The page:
There are now more than 20,000 patients in China using online medical services and Chinese expats around the world are also accessing the services on a regular basis with more than 110 million registered users and around 200,000 doctors registered with the services.
The boom in Chinese online healthcare services has led to Boston Consulting Group predicting that Internet technology will see service provision in the country expanding at an ‘exponential rate’.
By 2020, online healthcare provision in China will be worth more than US$100bn.
Expats breathing poor quality air
While expats look for overseas assignment is to promote their career and boost their income, the World Health Organisation says there is a ‘public health emergency’ in progress with 90% of the world having to breathe polluted air.
Air pollution is said to be responsible for around 6 million deaths every year. Now the UN’s global health body says the situation is of extreme concern and that dramatic action is needed to resolve it.
In a report, the WHO says that nearly all countries have dirty air and it needs to be solved by reducing the number of vehicles, the promotion of clean cooking fuels and improved waste management.
The organisation says it has collected data from 3,000 sites around the world and found that 92% of people are living where air quality levels break WHO limits.
Expats should appreciate that the countries suffering with most pollution-related deaths are in low and middle-income countries particularly those in south-east Asia as well as the Western Pacific region.
The data reveals that countries such as China, Malaysia and Vietnam are among the hardest hit.
In other news…
News reports in Saudi Arabia reveal that expat healthcare practitioners in the kingdom are regularly checking the country’s travel ban website. Launched in 2013 by the Ministry of Health, it enables employees and individuals at health facilities to enquire whether they are able to travel outside of Saudi Arabia and if there is a ban on place and, if so, whether it’s related to the country’s medical licensing system, including medical errors and administrative measures.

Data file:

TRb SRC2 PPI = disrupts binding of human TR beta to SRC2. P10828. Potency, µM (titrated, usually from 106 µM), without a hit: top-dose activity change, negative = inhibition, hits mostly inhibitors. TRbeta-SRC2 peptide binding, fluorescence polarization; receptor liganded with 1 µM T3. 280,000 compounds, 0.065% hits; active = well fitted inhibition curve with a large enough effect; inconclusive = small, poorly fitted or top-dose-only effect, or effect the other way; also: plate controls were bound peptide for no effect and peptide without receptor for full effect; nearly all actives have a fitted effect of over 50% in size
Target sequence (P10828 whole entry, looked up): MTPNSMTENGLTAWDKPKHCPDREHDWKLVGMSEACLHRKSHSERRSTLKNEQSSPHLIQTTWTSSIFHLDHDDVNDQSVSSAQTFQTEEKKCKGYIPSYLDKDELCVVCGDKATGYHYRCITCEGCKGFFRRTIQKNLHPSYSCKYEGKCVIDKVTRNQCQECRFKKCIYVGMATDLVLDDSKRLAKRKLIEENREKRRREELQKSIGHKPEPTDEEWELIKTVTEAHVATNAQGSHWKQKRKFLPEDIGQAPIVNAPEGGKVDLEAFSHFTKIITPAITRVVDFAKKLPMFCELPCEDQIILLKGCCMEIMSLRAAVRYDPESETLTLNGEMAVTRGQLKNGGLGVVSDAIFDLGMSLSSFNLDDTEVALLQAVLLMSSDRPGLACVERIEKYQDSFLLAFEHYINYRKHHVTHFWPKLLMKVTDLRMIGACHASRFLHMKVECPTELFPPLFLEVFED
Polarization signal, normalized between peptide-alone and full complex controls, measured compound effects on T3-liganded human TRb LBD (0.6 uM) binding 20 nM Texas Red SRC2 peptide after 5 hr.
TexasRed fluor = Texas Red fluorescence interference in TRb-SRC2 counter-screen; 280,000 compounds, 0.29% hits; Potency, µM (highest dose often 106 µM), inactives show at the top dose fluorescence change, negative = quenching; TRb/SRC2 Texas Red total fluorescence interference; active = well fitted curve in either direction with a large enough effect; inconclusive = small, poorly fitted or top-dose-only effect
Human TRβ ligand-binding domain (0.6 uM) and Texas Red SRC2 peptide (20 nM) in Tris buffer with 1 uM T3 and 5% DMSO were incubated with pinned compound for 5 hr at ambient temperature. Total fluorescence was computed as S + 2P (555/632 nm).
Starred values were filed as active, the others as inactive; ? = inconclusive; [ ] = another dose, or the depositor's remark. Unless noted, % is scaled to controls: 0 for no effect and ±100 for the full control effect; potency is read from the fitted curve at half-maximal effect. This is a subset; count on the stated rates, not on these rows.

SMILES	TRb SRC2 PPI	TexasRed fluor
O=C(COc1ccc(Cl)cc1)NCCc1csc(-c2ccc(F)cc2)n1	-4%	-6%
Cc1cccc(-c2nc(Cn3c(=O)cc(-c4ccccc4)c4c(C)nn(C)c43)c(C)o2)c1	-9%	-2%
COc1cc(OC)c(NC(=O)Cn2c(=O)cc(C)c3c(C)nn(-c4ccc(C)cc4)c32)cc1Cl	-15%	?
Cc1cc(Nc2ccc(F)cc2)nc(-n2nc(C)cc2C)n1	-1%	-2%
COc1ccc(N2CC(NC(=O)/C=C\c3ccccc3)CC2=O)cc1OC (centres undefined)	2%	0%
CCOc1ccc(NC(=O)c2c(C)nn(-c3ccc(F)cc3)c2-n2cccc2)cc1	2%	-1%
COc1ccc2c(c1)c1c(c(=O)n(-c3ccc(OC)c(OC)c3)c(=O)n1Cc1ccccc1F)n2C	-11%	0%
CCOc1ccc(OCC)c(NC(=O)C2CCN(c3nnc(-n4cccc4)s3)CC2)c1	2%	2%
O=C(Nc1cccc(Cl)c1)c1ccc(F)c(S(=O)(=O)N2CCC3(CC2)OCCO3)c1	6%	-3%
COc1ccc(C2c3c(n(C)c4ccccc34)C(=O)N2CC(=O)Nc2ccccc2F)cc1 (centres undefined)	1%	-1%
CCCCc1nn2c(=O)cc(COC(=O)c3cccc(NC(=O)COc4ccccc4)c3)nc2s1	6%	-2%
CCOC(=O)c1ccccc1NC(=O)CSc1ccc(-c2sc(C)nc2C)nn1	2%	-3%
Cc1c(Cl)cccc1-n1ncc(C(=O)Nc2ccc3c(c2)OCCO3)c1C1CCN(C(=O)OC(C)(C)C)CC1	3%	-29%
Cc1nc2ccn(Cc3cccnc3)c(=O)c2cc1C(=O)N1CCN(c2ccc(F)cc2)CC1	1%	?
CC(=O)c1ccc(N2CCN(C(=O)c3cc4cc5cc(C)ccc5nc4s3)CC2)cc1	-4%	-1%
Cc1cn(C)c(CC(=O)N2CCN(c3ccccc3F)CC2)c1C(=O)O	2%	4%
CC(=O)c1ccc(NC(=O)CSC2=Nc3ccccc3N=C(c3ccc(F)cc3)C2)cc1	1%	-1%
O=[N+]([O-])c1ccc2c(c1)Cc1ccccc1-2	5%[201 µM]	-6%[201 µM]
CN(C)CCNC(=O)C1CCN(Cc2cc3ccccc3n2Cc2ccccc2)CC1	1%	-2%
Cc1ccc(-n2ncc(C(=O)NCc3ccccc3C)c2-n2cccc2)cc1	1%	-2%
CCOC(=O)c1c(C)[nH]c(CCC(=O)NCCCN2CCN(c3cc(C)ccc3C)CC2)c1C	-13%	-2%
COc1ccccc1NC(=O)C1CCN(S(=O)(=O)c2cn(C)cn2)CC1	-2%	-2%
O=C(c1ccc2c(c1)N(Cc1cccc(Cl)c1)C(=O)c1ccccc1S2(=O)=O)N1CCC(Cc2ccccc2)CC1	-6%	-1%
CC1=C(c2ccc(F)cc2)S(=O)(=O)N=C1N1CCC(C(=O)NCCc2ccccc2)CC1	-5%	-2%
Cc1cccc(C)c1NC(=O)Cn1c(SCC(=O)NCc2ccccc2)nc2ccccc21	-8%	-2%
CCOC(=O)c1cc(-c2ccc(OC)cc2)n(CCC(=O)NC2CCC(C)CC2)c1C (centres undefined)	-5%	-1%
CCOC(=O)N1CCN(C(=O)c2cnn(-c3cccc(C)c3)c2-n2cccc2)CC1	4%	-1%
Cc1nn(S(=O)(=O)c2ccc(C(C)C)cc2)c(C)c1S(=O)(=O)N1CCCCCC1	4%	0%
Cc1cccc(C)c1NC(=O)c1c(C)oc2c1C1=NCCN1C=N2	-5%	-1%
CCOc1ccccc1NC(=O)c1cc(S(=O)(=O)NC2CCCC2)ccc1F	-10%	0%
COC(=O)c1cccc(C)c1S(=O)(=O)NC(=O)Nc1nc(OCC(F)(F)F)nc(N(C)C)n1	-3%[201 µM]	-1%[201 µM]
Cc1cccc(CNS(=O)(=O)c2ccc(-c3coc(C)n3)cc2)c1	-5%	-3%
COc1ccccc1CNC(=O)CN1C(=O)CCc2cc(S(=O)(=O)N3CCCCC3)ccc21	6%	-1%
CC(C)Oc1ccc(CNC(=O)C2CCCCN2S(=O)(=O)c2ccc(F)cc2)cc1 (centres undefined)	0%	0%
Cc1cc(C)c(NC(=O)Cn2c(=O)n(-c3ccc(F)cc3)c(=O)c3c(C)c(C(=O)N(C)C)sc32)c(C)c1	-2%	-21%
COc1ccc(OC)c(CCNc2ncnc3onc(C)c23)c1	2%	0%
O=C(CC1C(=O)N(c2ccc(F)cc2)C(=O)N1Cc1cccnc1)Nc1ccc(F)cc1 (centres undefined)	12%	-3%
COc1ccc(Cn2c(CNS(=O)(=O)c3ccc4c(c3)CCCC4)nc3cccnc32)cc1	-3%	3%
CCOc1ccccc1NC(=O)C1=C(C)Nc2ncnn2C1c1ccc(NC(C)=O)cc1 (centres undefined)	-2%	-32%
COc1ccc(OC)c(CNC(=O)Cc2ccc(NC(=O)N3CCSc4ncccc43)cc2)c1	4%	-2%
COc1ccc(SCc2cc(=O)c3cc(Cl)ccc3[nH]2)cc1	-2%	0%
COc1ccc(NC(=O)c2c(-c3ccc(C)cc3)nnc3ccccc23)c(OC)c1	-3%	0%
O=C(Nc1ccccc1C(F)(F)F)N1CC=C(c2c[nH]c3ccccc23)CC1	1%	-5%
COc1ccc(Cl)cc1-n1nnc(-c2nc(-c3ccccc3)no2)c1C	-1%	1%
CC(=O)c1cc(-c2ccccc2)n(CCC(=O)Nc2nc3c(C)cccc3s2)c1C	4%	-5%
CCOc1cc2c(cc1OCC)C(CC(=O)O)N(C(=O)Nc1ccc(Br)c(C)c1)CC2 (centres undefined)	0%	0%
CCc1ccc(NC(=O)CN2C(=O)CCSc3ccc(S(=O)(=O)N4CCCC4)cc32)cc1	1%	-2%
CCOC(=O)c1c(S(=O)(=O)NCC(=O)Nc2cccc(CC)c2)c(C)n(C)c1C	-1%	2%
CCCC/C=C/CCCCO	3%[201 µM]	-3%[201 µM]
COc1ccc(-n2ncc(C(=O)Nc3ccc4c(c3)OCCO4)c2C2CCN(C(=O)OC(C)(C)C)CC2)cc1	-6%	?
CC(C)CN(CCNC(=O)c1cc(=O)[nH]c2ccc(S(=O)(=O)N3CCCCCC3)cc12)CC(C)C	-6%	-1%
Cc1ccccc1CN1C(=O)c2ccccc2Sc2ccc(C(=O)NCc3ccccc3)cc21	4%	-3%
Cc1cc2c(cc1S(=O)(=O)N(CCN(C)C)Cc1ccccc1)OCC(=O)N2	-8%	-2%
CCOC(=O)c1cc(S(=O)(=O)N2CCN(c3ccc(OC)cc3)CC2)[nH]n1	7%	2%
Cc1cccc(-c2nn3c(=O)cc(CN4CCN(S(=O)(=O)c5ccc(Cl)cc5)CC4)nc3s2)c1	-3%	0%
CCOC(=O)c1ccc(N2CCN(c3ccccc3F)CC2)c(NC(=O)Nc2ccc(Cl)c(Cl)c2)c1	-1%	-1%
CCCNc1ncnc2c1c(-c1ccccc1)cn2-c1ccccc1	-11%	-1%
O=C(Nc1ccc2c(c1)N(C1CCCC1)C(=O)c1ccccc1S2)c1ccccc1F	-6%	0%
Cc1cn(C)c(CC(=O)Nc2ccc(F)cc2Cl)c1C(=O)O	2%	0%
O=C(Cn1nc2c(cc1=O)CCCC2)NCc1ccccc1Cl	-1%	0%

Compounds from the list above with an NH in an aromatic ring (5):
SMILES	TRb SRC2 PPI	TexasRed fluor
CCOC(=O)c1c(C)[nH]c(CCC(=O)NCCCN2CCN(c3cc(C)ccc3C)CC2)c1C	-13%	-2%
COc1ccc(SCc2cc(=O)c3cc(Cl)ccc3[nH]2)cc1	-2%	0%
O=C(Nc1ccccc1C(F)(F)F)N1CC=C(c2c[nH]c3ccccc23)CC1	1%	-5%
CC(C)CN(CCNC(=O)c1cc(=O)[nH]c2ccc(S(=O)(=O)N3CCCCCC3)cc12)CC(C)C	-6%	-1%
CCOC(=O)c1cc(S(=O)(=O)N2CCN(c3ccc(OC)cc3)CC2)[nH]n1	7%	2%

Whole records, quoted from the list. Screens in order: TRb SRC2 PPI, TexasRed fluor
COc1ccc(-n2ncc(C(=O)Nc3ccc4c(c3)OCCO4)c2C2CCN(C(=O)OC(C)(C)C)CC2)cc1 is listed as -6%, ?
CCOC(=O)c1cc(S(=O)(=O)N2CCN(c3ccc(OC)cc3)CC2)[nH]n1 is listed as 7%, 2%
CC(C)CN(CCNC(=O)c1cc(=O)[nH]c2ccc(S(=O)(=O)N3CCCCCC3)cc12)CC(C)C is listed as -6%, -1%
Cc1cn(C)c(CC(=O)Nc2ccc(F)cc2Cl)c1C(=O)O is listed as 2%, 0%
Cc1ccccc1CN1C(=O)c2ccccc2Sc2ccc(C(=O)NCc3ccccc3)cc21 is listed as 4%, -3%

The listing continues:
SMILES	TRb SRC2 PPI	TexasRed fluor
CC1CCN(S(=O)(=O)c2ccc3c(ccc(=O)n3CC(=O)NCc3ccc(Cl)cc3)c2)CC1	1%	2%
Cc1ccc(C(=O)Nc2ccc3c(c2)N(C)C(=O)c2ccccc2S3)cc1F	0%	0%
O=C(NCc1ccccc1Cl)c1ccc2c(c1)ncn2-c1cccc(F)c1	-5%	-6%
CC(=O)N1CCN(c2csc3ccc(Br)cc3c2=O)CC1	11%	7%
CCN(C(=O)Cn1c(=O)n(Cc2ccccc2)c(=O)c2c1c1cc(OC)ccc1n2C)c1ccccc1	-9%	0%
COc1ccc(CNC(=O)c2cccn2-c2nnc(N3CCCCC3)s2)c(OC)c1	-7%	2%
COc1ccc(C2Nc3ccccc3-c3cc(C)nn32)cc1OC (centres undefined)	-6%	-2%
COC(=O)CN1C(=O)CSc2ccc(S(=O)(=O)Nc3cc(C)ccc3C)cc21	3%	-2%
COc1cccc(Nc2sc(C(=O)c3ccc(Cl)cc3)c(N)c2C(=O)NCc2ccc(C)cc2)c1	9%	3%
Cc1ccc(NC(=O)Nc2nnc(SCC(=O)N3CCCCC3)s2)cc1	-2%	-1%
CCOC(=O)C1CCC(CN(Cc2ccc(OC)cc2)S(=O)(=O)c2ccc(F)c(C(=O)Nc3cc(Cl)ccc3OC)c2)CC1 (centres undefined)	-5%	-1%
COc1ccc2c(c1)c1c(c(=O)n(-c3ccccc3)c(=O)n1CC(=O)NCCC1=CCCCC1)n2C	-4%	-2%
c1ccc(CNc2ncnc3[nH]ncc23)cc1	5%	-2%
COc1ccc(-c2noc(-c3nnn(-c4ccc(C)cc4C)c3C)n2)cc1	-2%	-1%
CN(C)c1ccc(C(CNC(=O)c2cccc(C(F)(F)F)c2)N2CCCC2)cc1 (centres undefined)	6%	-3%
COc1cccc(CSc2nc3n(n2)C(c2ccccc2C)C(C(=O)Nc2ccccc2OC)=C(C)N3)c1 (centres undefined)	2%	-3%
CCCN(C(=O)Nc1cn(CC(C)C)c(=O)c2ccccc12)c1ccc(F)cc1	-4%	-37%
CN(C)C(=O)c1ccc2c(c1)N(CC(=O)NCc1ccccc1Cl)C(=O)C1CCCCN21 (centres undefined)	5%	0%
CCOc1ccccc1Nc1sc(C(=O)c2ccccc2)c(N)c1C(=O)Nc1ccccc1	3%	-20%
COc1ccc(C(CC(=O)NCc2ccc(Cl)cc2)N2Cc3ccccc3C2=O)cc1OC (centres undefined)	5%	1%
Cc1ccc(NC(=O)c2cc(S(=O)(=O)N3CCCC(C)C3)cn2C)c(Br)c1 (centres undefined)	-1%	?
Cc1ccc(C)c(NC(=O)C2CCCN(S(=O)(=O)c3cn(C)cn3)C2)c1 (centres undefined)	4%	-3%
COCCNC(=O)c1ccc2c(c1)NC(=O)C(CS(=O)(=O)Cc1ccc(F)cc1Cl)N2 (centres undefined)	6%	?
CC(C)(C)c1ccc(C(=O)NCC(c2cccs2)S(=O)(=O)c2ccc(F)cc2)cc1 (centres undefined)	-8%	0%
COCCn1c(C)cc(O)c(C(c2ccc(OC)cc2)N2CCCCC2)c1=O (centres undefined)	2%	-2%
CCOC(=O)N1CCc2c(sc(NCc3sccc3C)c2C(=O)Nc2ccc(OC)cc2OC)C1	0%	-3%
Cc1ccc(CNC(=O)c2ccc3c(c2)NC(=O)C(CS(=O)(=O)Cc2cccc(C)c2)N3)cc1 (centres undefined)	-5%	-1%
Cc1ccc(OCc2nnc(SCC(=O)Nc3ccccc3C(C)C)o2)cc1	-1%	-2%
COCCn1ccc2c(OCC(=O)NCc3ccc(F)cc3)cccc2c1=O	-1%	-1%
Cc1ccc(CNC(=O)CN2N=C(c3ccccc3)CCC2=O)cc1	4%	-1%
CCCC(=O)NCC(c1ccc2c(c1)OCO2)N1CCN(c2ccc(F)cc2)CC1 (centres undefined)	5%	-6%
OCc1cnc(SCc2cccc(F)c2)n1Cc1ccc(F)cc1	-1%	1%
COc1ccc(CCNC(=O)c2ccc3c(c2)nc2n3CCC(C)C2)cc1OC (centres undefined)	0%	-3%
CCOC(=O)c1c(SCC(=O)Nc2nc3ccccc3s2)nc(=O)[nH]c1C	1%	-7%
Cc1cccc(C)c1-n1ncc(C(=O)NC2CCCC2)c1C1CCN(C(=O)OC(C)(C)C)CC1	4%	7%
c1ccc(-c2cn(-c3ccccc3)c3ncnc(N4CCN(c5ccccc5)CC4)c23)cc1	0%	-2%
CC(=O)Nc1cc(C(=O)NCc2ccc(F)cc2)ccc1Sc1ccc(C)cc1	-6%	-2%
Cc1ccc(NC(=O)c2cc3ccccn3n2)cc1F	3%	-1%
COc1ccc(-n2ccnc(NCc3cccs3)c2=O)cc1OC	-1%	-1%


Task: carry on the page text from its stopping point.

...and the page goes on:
Allianz Worldwide Care has launched a social media campaign aimed at expats heading overseas with the theme of ‘Things you can’t leave behind’. The ad features a young boy leaving his dog behind while the family prepares to head overseas but there’s a happy ending when the boy and his dog are reunited in their new home. The international healthcare insurance firm is highlighting the concerns for families and individuals who want to access healthcare and the decisions they will need to be making when moving abroad.
Expats and Emiratis are to receive free treatment for any infectious disease they are suffering, including HIV/AIDS, until their condition becomes more stable, the UAE’s government has announced. The new rules will begin within the next six months to cover expats – including those on a visitor’s visa – and citizens equally. However, those who have healthcare insurance will not be able to receive free medicines and treatments.
A new hospital in Bangkok will offer expats state-of-the-art treatment and will also cater for medical tourists with English-speaking staff and highly qualified doctors. Vejthani Hospital has more than 500 beds and will provide a full range of out- and in-patient treatment, including around-the-clock emergency care.
Expats living and working in Kuwait could see their health fees increasing after Parliamentarians demanded that the cost of services that expats receive be increased. Along with health services, expats could also be paying more for residency and commercial visas as the country looks to boost its income because of low oil prices.
Russia is warning expats of polluted city dangers if they visit the Siberian city of Norilsk. Home to a massive nickel mining operation, expats and tourists are being warned that a ‘substantial stay’ may lead to them jeopardising their health.